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Decca Phase 4
Franz SCHUBERT (1797-1828)
Sonata in A minor D.784 [24:58]
Thirteen Variations on a Theme by Anselm Hüttenbrenner D.576
Robert SCHUMANN (1810-1856)
Fantasiestücke op. 12: Des Abends [4:12], Aufschwung [2:51], Warum [3:23], In
der Nacht [3:50], Traumes Wirren [2:06], Ende
vom Lied [5:26]
Claude DEBUSSY (1862-1918)
Images Book 2: Cloches à travers les feuilles [6:18]
rec. live 31 March 1979, Royal Festival Hall, London (D.
784), 8 October 1969, Free Trade Hall, Manchester (remainder)
As usual with Richter releases, it’s best to start by explaining
how all this slots into the pianist’s complicated discography.
I am relying on an internet source which seems
to be pretty complete and well organized.
A very slightly earlier performance of the Schubert sonata – Tokyo,
7 February 1979 – was issued by EMI, subsequently by Melodiya,
Le Chant du Monde, Olympia, Regis and others. Previous circulation
of the London performance has been limited to an earlier BBC
issue. These two seem to be the only Richter performances of
the sonata in existence.
The Manchester performance of the Huttenbrenner is the only known
one. It has had a few previous issues.
The Schumann is a classic example of Richter’s nearly-but-not-quite
completist stance. As early as 1948 he set the cycle down in
Moscow minus nos. 4, 6 and 7. By 1956 – in Moscow and Prague – he
had added no. 7, and so it remained in Manchester in 1969.
Various performances of single numbers are scattered around
but he never seems to have touched 4 and 6.
A similar enigma surrounds Richter’s “Images”. He played “Estampes” and
the first book of “Images” on numerous occasions. Equally numerous
are the surviving performance of the first piece from the second
book, from 1954 through to 1968, usually as an encore. The
Manchester performance is the third on BBC Legends alone and
is the only item here which is actually appearing for the first
time. No recordings have emerged of the remaining two “Images” in
The Schubert Sonata provides interesting fuel for a discussion of
exactly what constitutes personality in a performer. Schubert’s
dynamic markings are scrupulously observed, tempi are held
consistently, rubato is sparingly applied. You could feel that
he gives insufficient consideration to the fact that the Andante
is in divided common time. Otherwise, on the face of
it the reading could hardly be more faithful to the score if
it had been realized by a computer. Yet it sounds utterly personal,
like no other performance I’ve ever heard.
What carries it into Tchaikovsky, or even Shostakovich, territory
is, I think, the deliberate avoidance of any sort of assuaging
Viennese lilt underlying the performance. This is undeniably
bleak, even despairing music, written shortly after the composer’s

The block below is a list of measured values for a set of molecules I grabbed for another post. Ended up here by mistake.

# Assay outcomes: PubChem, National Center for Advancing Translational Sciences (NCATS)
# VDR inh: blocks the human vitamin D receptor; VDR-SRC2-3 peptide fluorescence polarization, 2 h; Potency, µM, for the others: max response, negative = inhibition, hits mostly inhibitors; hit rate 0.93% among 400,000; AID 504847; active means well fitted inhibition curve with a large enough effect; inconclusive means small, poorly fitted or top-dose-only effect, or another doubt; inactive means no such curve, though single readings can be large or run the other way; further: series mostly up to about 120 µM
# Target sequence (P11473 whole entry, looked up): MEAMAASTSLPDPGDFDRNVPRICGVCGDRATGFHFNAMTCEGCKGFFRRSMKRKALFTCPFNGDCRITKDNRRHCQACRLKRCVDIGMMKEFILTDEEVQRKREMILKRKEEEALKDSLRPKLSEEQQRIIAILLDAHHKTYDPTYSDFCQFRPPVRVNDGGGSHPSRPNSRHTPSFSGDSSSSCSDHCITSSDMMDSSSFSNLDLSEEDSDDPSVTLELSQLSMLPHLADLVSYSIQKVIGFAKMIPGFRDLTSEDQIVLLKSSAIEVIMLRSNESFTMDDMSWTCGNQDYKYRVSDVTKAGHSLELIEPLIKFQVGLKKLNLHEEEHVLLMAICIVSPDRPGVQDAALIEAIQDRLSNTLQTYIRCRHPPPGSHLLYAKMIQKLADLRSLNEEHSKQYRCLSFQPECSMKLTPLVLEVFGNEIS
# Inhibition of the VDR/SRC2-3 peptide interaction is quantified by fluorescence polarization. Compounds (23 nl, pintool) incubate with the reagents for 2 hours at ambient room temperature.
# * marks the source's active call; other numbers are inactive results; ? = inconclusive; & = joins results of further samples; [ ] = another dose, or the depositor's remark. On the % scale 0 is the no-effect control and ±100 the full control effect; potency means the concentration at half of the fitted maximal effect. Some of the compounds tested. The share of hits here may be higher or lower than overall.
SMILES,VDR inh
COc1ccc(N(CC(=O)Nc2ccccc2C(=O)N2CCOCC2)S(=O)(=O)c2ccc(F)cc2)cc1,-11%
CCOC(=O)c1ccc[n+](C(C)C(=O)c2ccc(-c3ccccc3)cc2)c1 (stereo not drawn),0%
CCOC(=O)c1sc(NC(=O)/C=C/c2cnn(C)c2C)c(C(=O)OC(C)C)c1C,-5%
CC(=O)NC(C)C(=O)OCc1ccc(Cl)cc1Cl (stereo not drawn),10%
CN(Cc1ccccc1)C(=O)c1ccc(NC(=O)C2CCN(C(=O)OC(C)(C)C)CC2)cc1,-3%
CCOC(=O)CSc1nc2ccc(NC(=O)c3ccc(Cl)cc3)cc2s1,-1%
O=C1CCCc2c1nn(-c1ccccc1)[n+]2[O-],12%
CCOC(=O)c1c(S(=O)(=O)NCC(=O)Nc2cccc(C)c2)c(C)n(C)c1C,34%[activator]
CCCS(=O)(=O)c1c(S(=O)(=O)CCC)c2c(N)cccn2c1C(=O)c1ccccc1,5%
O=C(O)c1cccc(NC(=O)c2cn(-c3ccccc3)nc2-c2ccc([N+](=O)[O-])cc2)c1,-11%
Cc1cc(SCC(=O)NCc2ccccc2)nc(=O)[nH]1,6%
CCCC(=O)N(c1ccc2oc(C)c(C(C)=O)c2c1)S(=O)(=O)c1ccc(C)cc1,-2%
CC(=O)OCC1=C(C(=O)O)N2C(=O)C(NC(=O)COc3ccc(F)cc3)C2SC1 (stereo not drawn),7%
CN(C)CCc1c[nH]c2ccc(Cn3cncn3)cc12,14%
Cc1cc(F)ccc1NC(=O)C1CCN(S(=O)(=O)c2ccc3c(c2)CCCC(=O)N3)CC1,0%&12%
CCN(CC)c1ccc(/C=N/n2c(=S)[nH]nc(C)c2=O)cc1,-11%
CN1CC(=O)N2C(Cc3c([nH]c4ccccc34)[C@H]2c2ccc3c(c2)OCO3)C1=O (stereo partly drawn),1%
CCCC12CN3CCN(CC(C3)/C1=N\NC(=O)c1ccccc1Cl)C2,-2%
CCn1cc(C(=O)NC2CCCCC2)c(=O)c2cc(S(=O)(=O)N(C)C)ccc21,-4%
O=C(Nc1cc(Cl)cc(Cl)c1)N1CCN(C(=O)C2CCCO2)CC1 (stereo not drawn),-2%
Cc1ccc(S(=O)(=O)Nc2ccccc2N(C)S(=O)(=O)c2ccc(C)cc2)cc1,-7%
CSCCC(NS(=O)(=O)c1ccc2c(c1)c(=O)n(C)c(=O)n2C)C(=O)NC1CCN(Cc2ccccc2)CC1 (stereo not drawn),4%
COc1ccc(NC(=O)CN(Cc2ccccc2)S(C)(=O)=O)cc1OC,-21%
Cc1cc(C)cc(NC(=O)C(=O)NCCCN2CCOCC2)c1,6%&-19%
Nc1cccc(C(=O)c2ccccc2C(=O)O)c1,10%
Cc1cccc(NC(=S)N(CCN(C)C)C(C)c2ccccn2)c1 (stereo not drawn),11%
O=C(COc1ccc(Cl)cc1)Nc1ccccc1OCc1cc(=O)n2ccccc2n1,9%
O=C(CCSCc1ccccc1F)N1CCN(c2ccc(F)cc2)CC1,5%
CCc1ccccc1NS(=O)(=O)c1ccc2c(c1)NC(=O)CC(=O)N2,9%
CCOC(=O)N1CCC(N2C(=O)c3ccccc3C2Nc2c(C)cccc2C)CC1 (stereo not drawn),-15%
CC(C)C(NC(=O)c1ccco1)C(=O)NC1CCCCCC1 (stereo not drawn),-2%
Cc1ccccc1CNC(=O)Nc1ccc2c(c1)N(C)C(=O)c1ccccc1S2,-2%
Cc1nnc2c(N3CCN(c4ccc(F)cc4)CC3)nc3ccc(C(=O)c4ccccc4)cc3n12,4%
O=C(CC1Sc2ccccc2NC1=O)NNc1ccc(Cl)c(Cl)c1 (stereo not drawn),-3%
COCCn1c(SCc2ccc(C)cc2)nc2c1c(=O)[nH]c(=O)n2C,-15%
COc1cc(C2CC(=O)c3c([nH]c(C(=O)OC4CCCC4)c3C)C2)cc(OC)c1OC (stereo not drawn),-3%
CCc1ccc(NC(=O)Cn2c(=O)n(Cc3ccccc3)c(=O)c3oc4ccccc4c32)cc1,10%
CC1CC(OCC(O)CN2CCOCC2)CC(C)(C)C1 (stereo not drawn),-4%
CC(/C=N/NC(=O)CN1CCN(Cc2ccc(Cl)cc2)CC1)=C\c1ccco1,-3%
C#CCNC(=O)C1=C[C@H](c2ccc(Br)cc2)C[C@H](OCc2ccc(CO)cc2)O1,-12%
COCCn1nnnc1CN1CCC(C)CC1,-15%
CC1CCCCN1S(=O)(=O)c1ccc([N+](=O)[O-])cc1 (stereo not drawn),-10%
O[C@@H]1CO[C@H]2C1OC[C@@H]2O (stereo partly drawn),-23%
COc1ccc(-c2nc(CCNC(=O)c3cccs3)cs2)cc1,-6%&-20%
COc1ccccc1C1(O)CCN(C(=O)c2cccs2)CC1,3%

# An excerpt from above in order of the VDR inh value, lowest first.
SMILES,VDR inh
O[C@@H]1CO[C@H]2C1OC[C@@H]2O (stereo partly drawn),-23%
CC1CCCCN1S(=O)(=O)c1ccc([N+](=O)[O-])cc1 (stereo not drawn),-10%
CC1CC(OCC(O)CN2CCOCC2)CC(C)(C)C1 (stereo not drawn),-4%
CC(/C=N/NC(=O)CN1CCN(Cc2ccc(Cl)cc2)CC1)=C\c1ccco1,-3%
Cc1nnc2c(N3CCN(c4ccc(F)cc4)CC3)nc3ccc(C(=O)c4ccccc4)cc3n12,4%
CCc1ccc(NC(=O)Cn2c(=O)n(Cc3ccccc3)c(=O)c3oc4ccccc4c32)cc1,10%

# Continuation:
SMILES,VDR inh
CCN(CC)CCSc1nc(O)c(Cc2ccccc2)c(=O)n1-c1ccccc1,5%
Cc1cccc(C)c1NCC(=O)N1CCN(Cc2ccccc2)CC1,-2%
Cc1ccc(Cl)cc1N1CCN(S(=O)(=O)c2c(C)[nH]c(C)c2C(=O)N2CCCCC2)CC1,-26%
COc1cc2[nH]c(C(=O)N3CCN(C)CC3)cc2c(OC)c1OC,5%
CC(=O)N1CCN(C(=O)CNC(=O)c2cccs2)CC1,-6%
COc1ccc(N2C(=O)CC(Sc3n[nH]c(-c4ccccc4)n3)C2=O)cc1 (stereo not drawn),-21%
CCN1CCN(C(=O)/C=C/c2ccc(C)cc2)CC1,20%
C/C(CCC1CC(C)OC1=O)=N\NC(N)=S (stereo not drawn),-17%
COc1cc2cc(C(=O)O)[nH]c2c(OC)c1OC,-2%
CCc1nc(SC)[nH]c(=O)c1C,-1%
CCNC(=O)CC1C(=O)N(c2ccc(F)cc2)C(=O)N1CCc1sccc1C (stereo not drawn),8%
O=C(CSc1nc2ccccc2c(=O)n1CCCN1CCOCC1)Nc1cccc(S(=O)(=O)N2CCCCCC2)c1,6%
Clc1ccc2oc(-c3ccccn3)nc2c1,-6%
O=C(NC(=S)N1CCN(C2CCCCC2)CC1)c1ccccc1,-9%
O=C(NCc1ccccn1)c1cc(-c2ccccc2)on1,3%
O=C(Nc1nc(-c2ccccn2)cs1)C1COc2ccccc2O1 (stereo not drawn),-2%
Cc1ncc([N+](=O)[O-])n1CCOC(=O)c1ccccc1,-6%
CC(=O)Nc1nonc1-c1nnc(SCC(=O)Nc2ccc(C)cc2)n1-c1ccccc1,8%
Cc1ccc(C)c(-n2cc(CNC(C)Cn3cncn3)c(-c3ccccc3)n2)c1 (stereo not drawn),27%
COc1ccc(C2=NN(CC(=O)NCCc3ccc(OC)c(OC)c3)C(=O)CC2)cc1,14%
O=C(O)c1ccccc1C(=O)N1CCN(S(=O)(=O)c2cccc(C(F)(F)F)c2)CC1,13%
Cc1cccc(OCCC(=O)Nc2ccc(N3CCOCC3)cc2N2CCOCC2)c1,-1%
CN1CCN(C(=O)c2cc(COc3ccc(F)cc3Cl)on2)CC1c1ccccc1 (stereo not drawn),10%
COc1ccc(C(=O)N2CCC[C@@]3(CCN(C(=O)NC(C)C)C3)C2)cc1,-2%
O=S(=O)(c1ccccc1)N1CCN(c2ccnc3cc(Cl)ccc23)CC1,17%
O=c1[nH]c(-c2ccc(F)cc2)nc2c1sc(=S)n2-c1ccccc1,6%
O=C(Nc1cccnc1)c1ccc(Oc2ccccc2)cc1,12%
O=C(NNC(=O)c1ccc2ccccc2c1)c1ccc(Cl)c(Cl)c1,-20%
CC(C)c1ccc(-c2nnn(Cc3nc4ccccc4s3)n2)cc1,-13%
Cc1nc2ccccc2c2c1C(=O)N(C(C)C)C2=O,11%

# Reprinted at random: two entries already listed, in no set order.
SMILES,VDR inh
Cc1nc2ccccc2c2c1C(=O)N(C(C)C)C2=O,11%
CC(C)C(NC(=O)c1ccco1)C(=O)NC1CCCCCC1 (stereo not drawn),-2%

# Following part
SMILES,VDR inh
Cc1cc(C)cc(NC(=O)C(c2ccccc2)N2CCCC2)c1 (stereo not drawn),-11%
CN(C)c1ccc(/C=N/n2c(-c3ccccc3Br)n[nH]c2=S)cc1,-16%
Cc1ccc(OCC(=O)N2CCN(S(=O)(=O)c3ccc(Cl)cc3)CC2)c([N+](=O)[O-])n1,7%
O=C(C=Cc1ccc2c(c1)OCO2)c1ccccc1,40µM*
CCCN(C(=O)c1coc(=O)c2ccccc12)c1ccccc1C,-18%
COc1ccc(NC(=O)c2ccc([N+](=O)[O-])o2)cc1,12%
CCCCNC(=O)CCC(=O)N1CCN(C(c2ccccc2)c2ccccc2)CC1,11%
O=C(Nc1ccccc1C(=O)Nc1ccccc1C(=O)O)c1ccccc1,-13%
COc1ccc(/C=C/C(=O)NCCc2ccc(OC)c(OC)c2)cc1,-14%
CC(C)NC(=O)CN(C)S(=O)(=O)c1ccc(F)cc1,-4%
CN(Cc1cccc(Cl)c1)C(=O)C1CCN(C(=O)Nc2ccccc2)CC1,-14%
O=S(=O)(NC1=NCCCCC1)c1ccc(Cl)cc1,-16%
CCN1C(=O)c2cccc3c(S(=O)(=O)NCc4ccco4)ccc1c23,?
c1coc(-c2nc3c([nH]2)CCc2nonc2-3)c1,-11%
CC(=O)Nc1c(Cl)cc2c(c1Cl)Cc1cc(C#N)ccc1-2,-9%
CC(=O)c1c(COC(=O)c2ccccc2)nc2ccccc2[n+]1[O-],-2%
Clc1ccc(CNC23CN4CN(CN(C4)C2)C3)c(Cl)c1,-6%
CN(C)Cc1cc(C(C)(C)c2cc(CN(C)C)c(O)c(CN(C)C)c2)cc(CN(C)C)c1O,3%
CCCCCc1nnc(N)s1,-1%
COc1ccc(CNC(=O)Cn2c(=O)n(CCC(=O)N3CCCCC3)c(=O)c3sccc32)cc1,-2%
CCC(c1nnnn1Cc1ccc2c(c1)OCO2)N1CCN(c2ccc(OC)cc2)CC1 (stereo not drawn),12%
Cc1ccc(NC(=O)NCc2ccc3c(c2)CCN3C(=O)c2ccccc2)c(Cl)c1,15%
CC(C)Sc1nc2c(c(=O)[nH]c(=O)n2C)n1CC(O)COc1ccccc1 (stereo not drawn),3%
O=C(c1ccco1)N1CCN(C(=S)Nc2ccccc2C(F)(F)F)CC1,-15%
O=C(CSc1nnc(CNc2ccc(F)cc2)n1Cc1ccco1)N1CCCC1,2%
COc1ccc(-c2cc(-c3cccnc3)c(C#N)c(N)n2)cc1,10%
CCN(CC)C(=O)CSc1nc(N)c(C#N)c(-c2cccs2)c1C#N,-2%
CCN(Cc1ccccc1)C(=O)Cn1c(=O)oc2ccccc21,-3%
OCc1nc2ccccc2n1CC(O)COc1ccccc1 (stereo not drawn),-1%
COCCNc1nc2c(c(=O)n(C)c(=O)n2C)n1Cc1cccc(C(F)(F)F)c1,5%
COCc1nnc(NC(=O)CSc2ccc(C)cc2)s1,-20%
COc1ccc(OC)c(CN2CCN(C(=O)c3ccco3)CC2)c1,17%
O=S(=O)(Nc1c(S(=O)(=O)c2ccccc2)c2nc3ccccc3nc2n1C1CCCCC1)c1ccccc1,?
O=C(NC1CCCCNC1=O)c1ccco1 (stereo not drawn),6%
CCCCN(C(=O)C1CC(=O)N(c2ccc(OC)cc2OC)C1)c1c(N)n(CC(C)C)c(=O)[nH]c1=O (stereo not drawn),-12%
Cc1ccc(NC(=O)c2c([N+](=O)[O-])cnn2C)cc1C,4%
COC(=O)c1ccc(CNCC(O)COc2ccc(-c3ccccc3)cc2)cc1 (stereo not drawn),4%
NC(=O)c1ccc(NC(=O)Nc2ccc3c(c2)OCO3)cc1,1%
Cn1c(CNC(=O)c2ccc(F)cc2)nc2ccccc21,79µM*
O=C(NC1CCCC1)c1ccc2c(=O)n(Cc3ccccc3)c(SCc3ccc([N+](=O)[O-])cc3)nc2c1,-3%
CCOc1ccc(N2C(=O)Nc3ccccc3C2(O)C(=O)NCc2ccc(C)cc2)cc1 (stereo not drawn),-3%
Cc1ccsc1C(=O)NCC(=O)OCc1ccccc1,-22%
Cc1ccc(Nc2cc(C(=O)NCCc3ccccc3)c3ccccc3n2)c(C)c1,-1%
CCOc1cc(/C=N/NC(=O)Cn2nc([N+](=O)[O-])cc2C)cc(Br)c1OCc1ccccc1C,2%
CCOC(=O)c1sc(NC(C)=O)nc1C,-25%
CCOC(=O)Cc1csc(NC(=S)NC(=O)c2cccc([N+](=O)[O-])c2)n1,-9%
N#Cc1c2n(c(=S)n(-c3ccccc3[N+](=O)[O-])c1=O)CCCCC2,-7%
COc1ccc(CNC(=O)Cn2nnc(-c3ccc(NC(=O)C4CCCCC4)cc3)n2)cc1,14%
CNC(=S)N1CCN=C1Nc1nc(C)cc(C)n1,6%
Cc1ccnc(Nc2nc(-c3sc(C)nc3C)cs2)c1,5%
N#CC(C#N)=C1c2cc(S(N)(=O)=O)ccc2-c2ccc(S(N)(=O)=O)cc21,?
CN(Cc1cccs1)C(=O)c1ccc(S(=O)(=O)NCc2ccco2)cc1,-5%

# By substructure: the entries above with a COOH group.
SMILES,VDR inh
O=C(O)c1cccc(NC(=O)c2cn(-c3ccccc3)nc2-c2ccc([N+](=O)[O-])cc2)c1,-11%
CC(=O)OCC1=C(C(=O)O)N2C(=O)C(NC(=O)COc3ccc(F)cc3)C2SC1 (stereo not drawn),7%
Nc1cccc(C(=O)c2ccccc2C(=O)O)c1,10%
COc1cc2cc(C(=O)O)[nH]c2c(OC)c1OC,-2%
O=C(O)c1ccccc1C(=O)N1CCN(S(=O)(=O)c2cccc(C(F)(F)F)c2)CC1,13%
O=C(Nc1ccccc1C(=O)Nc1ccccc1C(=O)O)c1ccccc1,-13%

syphilis had been diagnosed. Yet in more “traditional” performances
it retains at least a memory of past happiness, perhaps even
occasional gleams of comfort. This unremittingly tense, monumental
Schubert never seems to have known happiness at all. Ultimately,
I would seek out a performance which maintains a balance between
the disturbing and the comforting elements. However, as a demonstration
of just how tragic and hopeless this music can sound without apparent
distortion of the notes, this version demands to be heard.
For duty’s sake I record that Richter catches quite a few crabs
though this didn’t worry me in the least. The recording is
Richter does not attempt to impose a similar tragic weight on the
Huttenbrenner Variations. Though essentially serious, he concedes
more of a smile, more human warmth. His texturing is always
remarkable, but I would point in particular to Variation 12.
The singing melody and rippling 16th-notes in the
right hand are beautifully separated, while the dotted rhythms
in the staccato left hand create a delightful effect of pizzicato
strings entering not quite together. Whereas a sympathetic
but unimaginative pianist like Dalberto leaves one querying
whether this piece is really worth bothering with, Richter
shows what can be got out of it – again without any distortion,
just by imaginative recreation of the score.
This recording is also good. The problem is the cougher. I am fairly
tolerant over live recordings and can put up with a gentle
background of shuffling and spluttering. Here it seems to be
a single person, strategically placed close to the microphone,
and apparently with a cued score in which the moments best
guaranteed to irritate have been carefully marked. In the end
I found myself thinking more about that than the music. A few
bars’ peace would have me thinking “I haven’t heard from the
cougher for quite a while”, and that would be the cue for the
Fortunately the Schumann is less affected, although a particularly
withdrawn moment in “Warum” shows just how much havoc one well-placed
cough can wreak. Here Richter is at his most poetic and communicative.
At the end of the second part of “Warum”, for example, he waits
so long I thought he was not going to play the repeat, then,
as if he had made the decision in that very moment, he plays
the section again even more wistfully and hesitantly than before.
At the other end of the scale is the clarity of texture he
obtains in “Aufschwung”, the powerful surge of “In der Nacht” and
the delicate fingerwork of “Traumes Wirren”.
Textures and evocative poetry are again to the fore in the Debussy.
If a classic interpreter such as Monique Haas fascinates us
by the intricate mechanism of the superimposed chimes, with
Richter each strand comes from a different distance, wafting
gently through the evening air. Debussy’s title does not actually
specify evening, but that’s the impression we get from Richter.
There’s some supreme playing to be heard here. A pity about the cougher.
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